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Opinion A name by any other name

George HasaraAs the war of words intensifies with Iran, perhaps it is some non-words that are a portent of things to come. Google recently decided to omit the name “Persian Gulf” from its online maps. Right now, it's just a large nameless body of water. So far, Google's only response has been a lame explanation that not all locations on their global maps are named. Fortunately, Franklin's geopolitical flashpoint – Lake Emory, is properly identified.

Barring the possibility of a computer programming glitch, the missing moniker may indicate a political back story. In recent years, there has been a trend for the U.S. Government to refer to the Persian Gulf as the Arabian Gulf. Our ships aren't patrolling off the Persian coast – we're patrolling off the Arabian coast. No provocation here. If the U.S. Navy starts referring to the English Channel by its French name “la Manche” I'd be a little perturbed if I were British.

Naming something has the effect of controlling the narrative. Was our Civil War the “War of Southern Secession” or the “War of Northern Aggression?” The Republic of Macedonia isn't even allowed to use their own name in the context of United Nations membership. That country is officially listed as “The Former Yugoslav Republic of Macedonia,” which has the same ring to it as "The Artist Formerly Known as Prince." Greece doesn't want to share any of its past glory (it needs all it can get right now), and it has been successful in labeling the birthplace of Alexander the Great with an awkward name that doesn't even spell out a decent acronym.

Sometimes name changes are an attempt to obscure identity. Now you see me, now you don't. The military training center located at Fort Benning, Georgia, used to be called the School of the Americas. That was a rather pleasant sounding name, but after decades of training Latin American military personnel and the history of their not so pleasant tactics, the name was scrubbed. Like magic, SOA instantly became The Western Hemisphere Institute for Security Cooperation. For me, its hard to criticize something when I can't even remember what it is called. The infamous private military contractor Blackwater took the same route – twice. Known briefly as Xe, last year it became Academi. The technique is similar to money laundering, but using names instead.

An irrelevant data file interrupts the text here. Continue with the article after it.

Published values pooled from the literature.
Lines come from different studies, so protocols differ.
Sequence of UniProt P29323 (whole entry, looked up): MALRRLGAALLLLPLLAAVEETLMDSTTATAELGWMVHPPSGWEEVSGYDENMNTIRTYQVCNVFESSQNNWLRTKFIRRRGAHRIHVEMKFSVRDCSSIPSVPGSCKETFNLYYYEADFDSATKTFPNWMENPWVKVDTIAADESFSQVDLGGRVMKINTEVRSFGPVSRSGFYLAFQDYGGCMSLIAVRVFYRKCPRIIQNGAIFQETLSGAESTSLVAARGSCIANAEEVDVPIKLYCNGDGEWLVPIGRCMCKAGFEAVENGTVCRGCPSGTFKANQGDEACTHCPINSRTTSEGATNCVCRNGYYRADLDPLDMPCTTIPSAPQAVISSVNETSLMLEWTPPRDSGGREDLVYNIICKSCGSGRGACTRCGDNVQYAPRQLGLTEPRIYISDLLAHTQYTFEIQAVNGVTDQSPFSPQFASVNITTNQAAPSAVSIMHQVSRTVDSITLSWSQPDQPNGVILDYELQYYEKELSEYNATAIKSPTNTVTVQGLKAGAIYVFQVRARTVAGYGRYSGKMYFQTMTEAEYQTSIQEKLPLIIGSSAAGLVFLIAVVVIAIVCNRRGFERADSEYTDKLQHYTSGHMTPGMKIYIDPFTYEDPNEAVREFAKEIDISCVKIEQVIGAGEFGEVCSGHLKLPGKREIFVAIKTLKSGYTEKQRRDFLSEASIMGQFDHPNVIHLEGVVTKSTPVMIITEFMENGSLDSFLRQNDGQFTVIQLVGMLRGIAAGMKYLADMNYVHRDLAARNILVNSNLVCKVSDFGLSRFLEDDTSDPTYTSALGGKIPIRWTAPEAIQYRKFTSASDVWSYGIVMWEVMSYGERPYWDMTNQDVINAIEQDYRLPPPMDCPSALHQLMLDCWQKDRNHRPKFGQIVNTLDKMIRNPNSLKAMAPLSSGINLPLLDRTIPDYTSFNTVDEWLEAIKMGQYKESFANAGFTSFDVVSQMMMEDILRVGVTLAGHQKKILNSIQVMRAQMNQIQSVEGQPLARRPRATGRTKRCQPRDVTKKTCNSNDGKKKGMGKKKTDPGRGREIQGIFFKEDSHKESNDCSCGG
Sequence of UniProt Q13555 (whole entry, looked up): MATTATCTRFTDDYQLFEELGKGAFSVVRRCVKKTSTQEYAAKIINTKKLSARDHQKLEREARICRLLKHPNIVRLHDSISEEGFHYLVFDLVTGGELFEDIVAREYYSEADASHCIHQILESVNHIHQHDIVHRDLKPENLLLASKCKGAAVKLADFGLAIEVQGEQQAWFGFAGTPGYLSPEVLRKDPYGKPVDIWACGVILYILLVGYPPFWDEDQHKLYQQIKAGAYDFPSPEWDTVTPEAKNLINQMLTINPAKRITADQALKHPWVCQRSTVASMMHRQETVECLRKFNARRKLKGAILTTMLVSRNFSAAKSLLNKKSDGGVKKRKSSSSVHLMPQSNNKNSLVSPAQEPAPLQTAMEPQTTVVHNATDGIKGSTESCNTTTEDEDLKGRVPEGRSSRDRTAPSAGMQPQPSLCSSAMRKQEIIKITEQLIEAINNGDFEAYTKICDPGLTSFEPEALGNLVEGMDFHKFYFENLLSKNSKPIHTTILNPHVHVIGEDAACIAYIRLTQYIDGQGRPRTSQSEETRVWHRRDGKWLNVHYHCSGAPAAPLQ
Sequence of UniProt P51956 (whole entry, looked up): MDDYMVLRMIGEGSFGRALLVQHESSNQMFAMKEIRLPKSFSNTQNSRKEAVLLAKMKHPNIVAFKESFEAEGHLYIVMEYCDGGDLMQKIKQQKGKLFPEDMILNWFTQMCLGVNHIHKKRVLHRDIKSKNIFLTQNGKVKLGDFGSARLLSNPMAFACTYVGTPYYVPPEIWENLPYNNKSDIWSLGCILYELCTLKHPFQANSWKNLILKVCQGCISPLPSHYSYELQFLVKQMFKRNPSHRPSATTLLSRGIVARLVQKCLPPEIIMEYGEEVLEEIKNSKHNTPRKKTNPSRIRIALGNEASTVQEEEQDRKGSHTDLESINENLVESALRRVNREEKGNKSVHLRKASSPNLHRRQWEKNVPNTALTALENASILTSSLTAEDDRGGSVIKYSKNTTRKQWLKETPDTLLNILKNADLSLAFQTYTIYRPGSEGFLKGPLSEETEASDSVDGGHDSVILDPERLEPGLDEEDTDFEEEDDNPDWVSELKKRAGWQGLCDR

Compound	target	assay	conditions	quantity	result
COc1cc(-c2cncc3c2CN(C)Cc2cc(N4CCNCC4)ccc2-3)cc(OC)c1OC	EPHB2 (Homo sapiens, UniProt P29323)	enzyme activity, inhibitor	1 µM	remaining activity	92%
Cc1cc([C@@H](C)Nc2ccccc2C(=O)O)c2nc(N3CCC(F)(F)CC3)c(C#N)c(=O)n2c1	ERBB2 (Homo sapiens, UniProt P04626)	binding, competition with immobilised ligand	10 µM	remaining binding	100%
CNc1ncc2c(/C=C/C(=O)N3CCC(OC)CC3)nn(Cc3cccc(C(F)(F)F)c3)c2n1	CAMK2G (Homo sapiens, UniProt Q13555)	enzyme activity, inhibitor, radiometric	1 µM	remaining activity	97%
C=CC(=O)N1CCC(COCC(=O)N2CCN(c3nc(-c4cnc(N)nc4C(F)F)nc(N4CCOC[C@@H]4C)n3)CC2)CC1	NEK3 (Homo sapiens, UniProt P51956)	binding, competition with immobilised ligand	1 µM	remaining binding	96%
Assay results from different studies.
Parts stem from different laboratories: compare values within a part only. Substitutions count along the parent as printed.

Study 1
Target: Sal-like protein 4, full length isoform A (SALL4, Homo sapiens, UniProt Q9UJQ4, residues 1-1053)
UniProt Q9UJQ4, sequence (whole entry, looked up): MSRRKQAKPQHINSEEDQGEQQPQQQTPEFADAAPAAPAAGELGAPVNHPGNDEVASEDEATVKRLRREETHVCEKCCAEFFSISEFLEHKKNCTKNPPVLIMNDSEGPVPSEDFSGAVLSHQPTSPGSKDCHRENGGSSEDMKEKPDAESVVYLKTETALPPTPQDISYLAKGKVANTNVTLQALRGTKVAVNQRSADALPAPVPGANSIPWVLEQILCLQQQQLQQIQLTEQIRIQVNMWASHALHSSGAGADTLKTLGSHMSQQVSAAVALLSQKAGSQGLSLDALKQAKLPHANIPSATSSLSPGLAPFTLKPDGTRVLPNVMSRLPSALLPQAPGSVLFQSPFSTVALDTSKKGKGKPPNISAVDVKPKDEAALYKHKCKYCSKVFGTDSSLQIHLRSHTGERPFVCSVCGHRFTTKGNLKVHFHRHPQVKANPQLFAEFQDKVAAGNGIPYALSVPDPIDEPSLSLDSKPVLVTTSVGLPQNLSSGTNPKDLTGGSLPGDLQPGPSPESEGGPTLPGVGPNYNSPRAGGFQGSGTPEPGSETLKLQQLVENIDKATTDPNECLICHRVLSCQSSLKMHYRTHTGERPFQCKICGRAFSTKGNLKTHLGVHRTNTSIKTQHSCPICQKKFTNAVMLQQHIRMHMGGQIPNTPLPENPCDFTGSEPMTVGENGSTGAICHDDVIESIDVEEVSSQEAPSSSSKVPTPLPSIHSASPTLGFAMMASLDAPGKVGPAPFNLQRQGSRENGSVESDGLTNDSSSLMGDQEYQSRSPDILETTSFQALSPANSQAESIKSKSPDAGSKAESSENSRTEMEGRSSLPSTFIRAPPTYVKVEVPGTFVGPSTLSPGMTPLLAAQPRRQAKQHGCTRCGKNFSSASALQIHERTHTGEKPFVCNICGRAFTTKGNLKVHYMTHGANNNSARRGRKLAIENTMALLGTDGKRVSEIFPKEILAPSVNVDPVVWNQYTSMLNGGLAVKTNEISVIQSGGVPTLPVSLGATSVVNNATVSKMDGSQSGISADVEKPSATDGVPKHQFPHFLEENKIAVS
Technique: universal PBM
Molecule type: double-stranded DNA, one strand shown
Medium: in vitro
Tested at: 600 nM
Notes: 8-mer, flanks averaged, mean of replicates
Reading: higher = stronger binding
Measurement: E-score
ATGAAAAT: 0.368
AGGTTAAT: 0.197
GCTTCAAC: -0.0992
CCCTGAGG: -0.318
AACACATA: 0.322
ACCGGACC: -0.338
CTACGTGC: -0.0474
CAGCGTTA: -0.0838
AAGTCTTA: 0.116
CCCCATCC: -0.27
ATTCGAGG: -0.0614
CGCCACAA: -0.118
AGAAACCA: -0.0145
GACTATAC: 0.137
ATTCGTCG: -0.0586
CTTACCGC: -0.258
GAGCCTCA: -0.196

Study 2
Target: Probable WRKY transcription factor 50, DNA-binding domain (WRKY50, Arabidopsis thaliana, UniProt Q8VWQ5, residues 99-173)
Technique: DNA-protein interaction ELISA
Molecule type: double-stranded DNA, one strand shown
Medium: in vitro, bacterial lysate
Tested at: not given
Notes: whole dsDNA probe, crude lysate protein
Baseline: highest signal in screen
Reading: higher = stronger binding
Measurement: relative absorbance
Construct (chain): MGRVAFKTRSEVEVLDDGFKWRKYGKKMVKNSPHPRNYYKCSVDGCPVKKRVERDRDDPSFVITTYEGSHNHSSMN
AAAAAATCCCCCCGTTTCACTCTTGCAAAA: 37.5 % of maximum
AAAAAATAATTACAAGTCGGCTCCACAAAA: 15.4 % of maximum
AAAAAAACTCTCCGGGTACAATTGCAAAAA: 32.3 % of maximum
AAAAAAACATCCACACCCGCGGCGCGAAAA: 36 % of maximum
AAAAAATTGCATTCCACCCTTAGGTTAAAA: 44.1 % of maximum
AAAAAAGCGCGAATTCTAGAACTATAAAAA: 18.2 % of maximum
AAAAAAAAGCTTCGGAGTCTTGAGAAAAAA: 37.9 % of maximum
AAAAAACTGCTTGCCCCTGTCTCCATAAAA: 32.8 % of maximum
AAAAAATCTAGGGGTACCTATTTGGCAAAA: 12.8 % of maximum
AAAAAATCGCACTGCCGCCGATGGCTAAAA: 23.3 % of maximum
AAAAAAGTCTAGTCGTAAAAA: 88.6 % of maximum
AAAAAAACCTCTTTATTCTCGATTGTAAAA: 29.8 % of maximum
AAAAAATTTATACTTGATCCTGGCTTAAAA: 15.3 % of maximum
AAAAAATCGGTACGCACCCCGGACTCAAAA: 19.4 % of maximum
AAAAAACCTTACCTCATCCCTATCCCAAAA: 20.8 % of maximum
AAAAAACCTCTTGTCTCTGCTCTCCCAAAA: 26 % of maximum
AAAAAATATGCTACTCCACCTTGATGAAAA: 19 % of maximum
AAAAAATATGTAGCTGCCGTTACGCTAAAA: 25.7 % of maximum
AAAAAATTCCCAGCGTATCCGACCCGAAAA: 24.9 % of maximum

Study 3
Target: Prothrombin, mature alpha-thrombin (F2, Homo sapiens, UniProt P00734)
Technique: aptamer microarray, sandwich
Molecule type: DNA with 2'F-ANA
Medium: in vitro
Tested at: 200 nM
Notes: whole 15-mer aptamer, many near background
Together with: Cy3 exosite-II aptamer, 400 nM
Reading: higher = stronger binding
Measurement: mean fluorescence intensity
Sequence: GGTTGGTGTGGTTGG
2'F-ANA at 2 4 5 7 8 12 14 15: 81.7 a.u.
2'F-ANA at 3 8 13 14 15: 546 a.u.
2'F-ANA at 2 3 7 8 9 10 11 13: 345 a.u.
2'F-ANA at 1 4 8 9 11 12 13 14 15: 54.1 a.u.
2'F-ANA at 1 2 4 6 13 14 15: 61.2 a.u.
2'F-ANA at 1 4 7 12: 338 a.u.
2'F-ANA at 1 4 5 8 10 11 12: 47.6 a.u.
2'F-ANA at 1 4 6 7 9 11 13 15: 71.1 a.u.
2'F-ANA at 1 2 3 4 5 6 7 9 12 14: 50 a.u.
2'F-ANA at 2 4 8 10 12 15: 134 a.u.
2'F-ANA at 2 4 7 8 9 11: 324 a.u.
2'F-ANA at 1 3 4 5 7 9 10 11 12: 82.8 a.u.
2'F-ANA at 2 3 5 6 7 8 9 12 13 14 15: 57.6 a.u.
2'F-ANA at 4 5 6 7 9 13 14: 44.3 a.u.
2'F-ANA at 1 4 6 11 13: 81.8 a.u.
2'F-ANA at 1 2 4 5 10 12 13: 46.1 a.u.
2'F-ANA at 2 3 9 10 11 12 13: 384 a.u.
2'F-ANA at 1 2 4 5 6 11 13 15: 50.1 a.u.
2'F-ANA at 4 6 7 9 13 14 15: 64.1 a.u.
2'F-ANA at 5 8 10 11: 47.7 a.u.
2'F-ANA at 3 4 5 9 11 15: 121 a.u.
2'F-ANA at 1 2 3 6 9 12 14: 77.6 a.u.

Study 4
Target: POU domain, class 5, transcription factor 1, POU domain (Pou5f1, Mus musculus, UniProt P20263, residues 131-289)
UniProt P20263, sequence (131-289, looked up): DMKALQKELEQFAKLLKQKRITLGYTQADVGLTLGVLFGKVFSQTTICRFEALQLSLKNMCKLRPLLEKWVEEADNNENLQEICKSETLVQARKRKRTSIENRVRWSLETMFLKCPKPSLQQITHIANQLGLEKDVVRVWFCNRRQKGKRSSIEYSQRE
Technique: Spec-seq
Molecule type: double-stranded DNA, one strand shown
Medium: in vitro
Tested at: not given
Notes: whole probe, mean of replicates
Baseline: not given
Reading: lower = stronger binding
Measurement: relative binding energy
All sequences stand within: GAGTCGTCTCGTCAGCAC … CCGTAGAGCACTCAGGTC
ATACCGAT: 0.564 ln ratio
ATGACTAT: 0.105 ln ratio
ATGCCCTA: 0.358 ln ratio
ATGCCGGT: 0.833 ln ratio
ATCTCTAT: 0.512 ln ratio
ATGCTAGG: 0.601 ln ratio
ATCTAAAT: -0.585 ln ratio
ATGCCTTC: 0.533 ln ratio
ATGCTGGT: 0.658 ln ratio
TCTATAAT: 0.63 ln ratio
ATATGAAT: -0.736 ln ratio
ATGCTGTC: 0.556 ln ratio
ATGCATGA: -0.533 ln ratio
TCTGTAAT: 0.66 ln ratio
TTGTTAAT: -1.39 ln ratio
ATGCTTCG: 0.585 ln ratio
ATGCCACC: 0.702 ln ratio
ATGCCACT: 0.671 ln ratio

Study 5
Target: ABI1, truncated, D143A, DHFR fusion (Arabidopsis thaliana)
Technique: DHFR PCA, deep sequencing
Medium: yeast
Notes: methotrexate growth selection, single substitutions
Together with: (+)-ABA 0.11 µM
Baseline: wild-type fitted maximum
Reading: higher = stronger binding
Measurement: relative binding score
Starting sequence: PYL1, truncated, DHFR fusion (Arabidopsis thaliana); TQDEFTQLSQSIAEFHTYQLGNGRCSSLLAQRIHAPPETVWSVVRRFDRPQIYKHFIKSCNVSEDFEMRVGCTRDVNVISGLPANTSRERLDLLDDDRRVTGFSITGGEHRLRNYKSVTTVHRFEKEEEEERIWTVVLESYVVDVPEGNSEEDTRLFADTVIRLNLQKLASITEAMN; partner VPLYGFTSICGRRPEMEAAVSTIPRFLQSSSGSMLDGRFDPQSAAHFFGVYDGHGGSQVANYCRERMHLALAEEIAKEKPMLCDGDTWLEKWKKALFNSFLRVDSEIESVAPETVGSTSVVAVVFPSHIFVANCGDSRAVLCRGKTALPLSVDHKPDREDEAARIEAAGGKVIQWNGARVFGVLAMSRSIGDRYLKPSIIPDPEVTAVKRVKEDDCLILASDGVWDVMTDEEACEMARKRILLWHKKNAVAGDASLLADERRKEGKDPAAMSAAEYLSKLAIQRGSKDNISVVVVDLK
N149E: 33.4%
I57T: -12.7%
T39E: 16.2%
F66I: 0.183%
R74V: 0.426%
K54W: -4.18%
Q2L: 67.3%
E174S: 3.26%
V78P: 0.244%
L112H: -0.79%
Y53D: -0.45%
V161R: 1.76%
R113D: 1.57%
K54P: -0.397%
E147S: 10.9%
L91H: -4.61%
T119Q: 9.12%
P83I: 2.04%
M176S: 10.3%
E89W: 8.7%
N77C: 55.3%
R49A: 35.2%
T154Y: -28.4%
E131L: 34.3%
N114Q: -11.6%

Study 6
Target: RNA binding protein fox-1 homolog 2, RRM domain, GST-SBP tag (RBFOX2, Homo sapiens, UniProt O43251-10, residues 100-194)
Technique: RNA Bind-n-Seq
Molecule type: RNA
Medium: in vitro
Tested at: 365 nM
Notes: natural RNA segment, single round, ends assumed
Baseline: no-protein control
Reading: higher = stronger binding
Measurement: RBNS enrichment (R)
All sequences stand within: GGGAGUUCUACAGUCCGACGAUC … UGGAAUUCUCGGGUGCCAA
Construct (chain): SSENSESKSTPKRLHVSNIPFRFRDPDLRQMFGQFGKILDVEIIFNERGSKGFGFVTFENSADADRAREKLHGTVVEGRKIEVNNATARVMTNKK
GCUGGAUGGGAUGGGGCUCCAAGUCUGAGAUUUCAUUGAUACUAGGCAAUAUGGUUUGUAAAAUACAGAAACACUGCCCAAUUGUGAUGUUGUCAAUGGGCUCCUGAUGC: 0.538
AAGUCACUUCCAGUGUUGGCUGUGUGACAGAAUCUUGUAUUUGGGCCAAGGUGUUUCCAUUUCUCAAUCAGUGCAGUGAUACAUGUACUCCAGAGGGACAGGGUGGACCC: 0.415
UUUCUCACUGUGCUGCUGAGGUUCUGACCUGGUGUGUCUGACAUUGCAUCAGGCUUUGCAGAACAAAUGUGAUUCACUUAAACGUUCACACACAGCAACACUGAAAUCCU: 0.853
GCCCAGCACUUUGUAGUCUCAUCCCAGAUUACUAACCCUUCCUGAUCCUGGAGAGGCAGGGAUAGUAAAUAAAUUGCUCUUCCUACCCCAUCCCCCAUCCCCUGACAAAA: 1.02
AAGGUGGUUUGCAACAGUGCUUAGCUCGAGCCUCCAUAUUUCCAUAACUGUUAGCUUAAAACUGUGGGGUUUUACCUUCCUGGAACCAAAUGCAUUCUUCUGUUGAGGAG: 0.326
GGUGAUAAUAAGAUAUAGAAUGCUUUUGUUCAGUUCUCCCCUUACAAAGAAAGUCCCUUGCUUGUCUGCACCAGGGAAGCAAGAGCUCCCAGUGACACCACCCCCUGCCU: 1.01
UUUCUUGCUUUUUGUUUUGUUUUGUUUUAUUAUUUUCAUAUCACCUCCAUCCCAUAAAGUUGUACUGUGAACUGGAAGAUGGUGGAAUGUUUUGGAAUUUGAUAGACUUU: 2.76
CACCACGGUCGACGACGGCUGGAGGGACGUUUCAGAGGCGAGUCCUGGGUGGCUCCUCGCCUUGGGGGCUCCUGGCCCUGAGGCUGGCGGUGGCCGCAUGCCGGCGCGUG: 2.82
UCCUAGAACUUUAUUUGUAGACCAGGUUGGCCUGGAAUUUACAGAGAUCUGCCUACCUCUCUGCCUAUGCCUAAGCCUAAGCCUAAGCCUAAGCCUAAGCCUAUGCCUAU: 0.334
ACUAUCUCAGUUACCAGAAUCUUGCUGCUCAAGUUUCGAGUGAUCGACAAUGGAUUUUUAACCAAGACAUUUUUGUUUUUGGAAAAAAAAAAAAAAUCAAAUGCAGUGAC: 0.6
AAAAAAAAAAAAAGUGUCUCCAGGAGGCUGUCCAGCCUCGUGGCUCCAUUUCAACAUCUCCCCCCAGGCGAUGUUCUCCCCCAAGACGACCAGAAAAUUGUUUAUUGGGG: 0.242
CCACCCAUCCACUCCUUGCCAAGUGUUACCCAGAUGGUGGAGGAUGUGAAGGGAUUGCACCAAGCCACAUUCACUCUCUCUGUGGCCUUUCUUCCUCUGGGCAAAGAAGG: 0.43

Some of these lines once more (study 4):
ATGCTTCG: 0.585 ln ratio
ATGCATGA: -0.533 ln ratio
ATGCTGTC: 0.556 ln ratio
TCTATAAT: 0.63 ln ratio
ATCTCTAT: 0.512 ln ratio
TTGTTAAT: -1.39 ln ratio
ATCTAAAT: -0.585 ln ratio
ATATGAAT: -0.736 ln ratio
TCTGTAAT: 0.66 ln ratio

Google's map omission of the Persian Gulf just goes to show you that you can't believe everything you DON'T read on the Internet. Perhaps Google thought no name at all was a viable compromise in lieu of the politically motivated term Arabian Gulf. There are others who prefer the name, Gulf of Amoco (BP, Shell and Exxon), but you are not likely to see that on the map.


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